Unlocking the secrets to pelvic health: Understanding your body's core

When you first hear the term "core strength," you might think of toned abdominal muscles. While strong abdominals are important, have you considered what supports your entire core structure? The answer is pelvic health.

According to Baylor College of Medicine, the term refers to the function and management of the bladder, bowel, and reproductive organs. It also includes the pelvic floor—a group of muscles that form a hammock-like sling across the pelvis.

Continue reading to look at why pelvic health matters and issues that can arise from reduced function.

Pelvic pain and dysfunction

When there are issues with the pelvic muscles and the connective tissue throughout the pelvic region, that is called a pelvic floor disorder. The most common types of dysfunctions are:

  • Pelvic organ This happens in women when the pelvic muscles and tissue cannot support one or more pelvic organs. This includes the bladder, uterus, cervix, and intestines. When this happens, organs may "drop" downward, causing dysfunction.
  • Bladder difficulties. For men and women, a pelvic floor disorder can lead to urinary incontinence or problems like urinating too often during the day or throughout the night.
  • Bowel control issues. Like bladder challenges, women and men can experience fecal incontinence because of pelvic floor dysfunction. This tends to result from damage to the anal sphincter, which is part of pelvic health.
  • Chronic pain. Difficulties in the pelvic region can lead to a range of pain issues that can include irritable bowel syndrome, musculoskeletal pelvic floor pain, uterine pain disorders, and nerve damage that alternates between numbness and pain.

These problems can be temporary or become chronic and worsen over time, particularly if they go unaddressed. Like any medical condition, they can increase the risk of a ripple effect. For example, one organ may be affected by prolapse, but other organs can also be affected if it is not treated.

Mental health connection

How well your pelvic organs function can be significant when it comes to quality of life. For example, research in BMJ (British Medical Journal) Case Reports notes that a variety of psychiatric disorders, including depression, have been reported in patients suffering from incontinence.

Another study in BMC Public Health found a strong connection between depression and incontinence. Researchers wrote, "Mental health is an important part of human health. Wellness means not only the absence of disease or disability but also physical, mental, and social health." Because of this, they urged doctors to consider the emotional ramifications of incontinence when making treatment decisions.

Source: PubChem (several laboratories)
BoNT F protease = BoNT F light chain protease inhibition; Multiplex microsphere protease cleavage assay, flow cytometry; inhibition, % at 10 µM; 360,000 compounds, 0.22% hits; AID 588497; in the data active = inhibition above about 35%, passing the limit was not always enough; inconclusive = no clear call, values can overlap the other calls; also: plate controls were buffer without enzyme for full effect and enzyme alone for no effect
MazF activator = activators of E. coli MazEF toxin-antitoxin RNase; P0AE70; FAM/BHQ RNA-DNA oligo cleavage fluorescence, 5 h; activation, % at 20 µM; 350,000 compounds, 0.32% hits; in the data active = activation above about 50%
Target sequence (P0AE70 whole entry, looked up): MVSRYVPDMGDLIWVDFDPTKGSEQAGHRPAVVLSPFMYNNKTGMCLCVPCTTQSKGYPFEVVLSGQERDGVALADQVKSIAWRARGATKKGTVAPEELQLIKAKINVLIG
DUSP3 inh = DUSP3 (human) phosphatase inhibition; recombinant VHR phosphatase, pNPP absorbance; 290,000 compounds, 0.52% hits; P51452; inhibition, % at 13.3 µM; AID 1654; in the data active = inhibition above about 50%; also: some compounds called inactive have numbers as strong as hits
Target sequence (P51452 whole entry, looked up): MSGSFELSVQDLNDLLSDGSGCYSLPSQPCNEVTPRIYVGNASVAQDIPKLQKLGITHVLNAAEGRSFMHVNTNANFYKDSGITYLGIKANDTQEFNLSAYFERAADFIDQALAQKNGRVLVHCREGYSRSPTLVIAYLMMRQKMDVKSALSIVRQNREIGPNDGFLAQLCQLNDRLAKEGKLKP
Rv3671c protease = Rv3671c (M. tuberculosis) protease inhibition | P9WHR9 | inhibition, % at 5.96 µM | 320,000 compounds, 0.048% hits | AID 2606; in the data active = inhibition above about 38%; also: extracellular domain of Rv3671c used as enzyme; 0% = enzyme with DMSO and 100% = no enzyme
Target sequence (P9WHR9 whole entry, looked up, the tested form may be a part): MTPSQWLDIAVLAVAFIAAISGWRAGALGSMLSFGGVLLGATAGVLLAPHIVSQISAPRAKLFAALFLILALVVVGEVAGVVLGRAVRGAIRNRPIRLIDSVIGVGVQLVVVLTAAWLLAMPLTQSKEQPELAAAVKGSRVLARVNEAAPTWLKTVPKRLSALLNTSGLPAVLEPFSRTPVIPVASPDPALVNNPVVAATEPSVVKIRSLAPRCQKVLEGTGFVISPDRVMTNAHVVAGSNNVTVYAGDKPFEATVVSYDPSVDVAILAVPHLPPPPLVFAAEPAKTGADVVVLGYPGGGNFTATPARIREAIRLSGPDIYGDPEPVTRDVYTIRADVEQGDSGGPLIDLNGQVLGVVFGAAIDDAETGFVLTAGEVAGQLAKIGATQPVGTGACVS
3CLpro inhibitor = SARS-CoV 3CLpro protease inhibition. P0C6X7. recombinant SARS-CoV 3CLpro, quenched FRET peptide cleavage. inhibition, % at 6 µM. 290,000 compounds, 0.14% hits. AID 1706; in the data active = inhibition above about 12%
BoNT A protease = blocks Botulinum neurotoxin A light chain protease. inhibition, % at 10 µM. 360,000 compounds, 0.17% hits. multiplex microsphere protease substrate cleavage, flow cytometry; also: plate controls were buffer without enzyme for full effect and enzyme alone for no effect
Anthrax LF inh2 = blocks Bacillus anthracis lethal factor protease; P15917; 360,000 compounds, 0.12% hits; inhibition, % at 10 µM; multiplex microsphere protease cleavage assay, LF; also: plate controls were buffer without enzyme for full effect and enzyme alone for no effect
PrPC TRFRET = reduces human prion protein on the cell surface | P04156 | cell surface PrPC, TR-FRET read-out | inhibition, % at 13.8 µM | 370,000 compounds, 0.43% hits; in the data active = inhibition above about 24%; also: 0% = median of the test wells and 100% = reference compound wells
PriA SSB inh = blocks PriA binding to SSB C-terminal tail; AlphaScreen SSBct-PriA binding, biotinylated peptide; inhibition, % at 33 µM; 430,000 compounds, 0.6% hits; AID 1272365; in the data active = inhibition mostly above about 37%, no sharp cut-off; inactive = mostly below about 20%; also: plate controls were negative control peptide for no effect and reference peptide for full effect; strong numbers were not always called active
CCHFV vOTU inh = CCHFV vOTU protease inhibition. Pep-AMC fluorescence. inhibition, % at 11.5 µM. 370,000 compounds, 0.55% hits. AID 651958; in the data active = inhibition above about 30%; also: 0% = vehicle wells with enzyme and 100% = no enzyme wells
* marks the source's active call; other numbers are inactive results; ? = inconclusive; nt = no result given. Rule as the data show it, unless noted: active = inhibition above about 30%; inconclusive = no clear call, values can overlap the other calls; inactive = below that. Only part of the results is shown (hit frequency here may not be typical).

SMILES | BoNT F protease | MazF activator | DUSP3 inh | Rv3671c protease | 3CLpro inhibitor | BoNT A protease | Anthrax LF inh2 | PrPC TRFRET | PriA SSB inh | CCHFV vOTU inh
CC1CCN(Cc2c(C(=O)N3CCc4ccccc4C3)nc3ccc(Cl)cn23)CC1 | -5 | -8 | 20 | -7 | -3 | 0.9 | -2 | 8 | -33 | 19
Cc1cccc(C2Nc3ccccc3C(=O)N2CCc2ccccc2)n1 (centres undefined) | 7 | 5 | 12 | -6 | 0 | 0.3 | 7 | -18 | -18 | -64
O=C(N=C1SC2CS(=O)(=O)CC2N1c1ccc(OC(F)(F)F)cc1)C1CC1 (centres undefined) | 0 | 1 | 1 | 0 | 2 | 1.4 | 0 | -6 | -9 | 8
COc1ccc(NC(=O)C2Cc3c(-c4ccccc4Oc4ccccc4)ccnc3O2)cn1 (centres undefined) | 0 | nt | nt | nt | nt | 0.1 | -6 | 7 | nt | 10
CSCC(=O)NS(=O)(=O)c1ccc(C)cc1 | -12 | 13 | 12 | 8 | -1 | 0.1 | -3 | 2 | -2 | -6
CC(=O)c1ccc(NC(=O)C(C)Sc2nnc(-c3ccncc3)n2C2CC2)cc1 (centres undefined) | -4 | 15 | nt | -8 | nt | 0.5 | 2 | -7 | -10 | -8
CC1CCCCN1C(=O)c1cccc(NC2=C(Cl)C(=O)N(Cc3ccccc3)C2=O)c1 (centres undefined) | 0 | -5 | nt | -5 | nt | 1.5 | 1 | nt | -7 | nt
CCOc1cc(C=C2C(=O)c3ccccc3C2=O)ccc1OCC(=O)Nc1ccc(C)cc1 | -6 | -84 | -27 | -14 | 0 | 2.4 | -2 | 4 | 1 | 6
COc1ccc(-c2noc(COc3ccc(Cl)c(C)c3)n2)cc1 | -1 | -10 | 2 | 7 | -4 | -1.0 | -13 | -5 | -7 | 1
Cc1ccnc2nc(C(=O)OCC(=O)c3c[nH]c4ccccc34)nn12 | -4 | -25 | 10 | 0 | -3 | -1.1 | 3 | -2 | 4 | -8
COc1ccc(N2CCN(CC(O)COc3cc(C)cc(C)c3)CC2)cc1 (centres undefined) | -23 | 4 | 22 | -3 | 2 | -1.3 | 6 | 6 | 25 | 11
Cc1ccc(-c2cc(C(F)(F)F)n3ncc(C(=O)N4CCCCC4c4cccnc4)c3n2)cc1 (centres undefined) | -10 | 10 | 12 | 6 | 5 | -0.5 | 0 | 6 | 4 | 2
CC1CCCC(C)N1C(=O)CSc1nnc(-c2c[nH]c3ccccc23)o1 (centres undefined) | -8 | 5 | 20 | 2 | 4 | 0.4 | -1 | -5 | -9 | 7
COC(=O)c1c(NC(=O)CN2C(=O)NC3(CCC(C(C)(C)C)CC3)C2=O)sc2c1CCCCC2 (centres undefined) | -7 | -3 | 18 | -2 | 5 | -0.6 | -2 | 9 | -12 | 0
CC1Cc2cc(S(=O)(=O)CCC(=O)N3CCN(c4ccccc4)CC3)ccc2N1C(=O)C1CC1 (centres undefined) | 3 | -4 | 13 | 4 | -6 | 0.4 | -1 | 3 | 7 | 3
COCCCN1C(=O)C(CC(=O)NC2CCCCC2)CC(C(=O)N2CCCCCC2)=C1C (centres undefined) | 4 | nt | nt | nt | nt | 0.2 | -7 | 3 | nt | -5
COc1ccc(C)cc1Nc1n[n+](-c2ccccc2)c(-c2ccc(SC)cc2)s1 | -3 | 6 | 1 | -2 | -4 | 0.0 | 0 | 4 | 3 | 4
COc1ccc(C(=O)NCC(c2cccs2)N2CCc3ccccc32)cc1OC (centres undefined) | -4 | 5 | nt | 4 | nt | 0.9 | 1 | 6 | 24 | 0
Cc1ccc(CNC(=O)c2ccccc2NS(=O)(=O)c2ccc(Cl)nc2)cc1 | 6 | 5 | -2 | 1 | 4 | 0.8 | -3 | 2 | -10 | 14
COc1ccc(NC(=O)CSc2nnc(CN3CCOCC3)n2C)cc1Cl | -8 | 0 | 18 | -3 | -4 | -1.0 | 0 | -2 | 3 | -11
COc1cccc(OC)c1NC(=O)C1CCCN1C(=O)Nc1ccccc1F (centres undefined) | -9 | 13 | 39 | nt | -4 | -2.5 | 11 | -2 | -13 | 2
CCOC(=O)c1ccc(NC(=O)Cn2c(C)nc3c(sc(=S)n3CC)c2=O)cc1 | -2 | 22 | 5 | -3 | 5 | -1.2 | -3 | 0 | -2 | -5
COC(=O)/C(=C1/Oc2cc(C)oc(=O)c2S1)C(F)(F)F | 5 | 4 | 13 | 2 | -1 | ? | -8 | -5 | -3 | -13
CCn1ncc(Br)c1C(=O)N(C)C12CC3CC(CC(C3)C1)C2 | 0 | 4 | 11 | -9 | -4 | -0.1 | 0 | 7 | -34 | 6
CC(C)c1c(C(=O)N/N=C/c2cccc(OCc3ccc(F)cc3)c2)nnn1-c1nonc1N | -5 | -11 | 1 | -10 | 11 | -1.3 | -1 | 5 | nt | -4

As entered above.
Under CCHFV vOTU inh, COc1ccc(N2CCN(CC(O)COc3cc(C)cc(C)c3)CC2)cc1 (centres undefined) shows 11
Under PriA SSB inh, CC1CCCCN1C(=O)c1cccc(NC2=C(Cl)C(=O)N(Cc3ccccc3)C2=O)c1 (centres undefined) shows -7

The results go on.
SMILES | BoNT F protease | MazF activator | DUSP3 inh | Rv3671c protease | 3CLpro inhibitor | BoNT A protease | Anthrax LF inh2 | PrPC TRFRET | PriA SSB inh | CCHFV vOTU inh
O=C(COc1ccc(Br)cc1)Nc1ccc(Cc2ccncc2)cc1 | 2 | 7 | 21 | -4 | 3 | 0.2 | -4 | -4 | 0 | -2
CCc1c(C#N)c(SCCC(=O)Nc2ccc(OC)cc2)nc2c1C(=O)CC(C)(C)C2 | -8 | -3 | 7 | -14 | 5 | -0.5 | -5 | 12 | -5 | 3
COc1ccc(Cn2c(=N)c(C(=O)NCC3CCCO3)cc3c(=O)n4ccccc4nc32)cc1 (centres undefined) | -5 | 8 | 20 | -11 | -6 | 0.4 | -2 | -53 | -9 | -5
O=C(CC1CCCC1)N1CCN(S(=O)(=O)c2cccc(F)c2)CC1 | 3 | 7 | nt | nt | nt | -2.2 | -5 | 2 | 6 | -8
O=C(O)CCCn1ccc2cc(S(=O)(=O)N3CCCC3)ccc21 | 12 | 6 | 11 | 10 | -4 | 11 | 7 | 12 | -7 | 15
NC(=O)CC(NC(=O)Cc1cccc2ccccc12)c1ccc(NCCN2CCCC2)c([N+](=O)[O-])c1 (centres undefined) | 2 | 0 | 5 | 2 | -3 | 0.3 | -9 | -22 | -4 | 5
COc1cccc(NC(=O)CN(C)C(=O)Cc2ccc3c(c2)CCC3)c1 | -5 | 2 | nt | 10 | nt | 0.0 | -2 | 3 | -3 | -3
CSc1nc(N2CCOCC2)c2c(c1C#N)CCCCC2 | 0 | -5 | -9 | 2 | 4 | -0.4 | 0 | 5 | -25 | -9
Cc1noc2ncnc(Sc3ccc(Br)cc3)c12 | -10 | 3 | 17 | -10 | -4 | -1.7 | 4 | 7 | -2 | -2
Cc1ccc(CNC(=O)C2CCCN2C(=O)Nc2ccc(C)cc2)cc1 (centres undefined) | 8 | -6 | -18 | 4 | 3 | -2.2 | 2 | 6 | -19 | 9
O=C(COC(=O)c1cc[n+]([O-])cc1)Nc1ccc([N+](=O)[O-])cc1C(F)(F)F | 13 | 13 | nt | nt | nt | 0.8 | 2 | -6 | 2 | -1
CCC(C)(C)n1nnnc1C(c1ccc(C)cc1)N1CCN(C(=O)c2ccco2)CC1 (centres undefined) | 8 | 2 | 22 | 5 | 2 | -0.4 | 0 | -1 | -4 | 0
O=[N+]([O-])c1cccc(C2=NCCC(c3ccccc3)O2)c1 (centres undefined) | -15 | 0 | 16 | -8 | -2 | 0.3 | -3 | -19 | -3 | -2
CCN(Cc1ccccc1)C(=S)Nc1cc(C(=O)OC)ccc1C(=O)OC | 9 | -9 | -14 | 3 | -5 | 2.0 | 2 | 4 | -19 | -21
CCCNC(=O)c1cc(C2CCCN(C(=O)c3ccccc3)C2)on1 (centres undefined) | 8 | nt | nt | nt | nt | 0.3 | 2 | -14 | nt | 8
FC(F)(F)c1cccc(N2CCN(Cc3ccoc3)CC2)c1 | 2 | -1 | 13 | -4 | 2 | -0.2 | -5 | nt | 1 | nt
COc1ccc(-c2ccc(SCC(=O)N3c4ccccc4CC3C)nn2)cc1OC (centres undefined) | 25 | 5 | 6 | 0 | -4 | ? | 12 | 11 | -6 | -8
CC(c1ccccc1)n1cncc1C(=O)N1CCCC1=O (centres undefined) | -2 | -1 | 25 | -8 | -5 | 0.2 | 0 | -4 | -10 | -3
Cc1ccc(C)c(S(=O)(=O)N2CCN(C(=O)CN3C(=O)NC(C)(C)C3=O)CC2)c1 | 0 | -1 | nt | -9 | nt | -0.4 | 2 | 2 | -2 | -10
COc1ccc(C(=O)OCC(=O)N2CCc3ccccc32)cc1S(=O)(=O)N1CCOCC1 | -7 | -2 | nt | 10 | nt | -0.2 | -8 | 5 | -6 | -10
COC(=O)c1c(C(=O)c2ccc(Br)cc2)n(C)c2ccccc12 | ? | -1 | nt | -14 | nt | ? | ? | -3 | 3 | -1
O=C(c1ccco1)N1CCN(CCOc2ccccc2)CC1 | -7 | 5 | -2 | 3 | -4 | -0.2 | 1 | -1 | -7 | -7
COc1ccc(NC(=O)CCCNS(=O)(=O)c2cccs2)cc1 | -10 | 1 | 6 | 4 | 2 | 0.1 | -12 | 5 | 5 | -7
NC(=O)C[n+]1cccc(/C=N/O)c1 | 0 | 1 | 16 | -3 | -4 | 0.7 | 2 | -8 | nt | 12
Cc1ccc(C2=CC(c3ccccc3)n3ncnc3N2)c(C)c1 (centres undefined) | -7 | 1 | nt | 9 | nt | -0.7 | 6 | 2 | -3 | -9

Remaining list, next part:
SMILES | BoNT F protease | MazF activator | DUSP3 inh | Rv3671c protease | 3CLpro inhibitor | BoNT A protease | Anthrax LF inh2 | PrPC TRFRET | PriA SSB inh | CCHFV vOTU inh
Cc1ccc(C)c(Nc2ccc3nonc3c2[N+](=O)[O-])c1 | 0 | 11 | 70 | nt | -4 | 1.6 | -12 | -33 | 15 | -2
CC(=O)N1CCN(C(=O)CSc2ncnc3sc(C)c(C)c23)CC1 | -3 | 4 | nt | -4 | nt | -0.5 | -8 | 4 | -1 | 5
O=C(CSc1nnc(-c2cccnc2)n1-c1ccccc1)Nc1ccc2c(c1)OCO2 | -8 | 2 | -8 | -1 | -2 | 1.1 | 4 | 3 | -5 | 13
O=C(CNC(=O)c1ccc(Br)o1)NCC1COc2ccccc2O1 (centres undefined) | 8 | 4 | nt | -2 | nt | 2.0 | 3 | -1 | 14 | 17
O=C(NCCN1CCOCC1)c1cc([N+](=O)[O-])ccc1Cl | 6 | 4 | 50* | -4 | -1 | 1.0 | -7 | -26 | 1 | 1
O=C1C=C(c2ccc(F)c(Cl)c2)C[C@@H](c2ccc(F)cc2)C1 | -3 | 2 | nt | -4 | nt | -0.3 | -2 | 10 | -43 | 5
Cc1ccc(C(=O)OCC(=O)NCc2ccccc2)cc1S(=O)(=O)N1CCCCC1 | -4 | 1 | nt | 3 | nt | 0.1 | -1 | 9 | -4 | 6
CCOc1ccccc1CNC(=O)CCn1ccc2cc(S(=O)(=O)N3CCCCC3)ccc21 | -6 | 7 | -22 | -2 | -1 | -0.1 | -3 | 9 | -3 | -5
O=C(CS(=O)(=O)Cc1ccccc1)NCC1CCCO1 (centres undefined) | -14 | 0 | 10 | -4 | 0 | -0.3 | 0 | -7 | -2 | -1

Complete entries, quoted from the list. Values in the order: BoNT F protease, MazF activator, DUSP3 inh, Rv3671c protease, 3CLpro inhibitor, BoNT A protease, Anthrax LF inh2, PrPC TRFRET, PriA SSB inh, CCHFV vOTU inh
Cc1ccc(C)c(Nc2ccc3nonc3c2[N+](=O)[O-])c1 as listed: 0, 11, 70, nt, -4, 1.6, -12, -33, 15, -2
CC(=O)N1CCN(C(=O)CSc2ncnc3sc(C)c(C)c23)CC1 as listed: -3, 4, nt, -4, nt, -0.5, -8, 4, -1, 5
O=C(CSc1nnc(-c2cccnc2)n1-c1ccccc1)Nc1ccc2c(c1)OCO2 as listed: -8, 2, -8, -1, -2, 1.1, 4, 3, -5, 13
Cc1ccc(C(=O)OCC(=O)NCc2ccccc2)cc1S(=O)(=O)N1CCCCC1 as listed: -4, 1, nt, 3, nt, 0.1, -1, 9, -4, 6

Pelvic dysfunction can also affect sexual function, and that can have an impact on quality of life as well, according to research. That can lead to low libido, difficulty with arousal, and depression and anxiety.

Maintaining pelvic health

Some challenges related to pelvic function are not within someone's direct control—for example, having a baby or undergoing treatment for prostate cancer can affect pelvic health. But even in these instances, pelvic floor muscle exercises can help reduce issues like urinary incontinence and chronic pain. Here are some general tips for pelvic health, whether you have a degree of dysfunction or want to improve pelvic function overall:

  • Maintain a healthy weight since extra weight can strain and weaken pelvic floor muscles.
  • Eat a fiber-rich diet; constipation can negatively impact pelvic floor muscles.
  • Lift with care; improperly lifting heavy objects can put added stress on pelvic floor muscles.
  • Practice good posture to reduce pressure on the pelvic region.
  • Learn to do Kegel exercises, which can help strengthen pelvic floor muscles.

Keep in mind that if you are experiencing any pelvic health difficulties, it is important to talk to your doctor so you can pinpoint the source of your issues and put together a treatment and rehabilitation plan that can help boost your core strength and function.

Learn more about our women’s health portfolio and stay connected with Mass General Brigham Health Plan by following @MGBHealthPlan on InstagramLinkedIn, and Facebook.

Back to Blog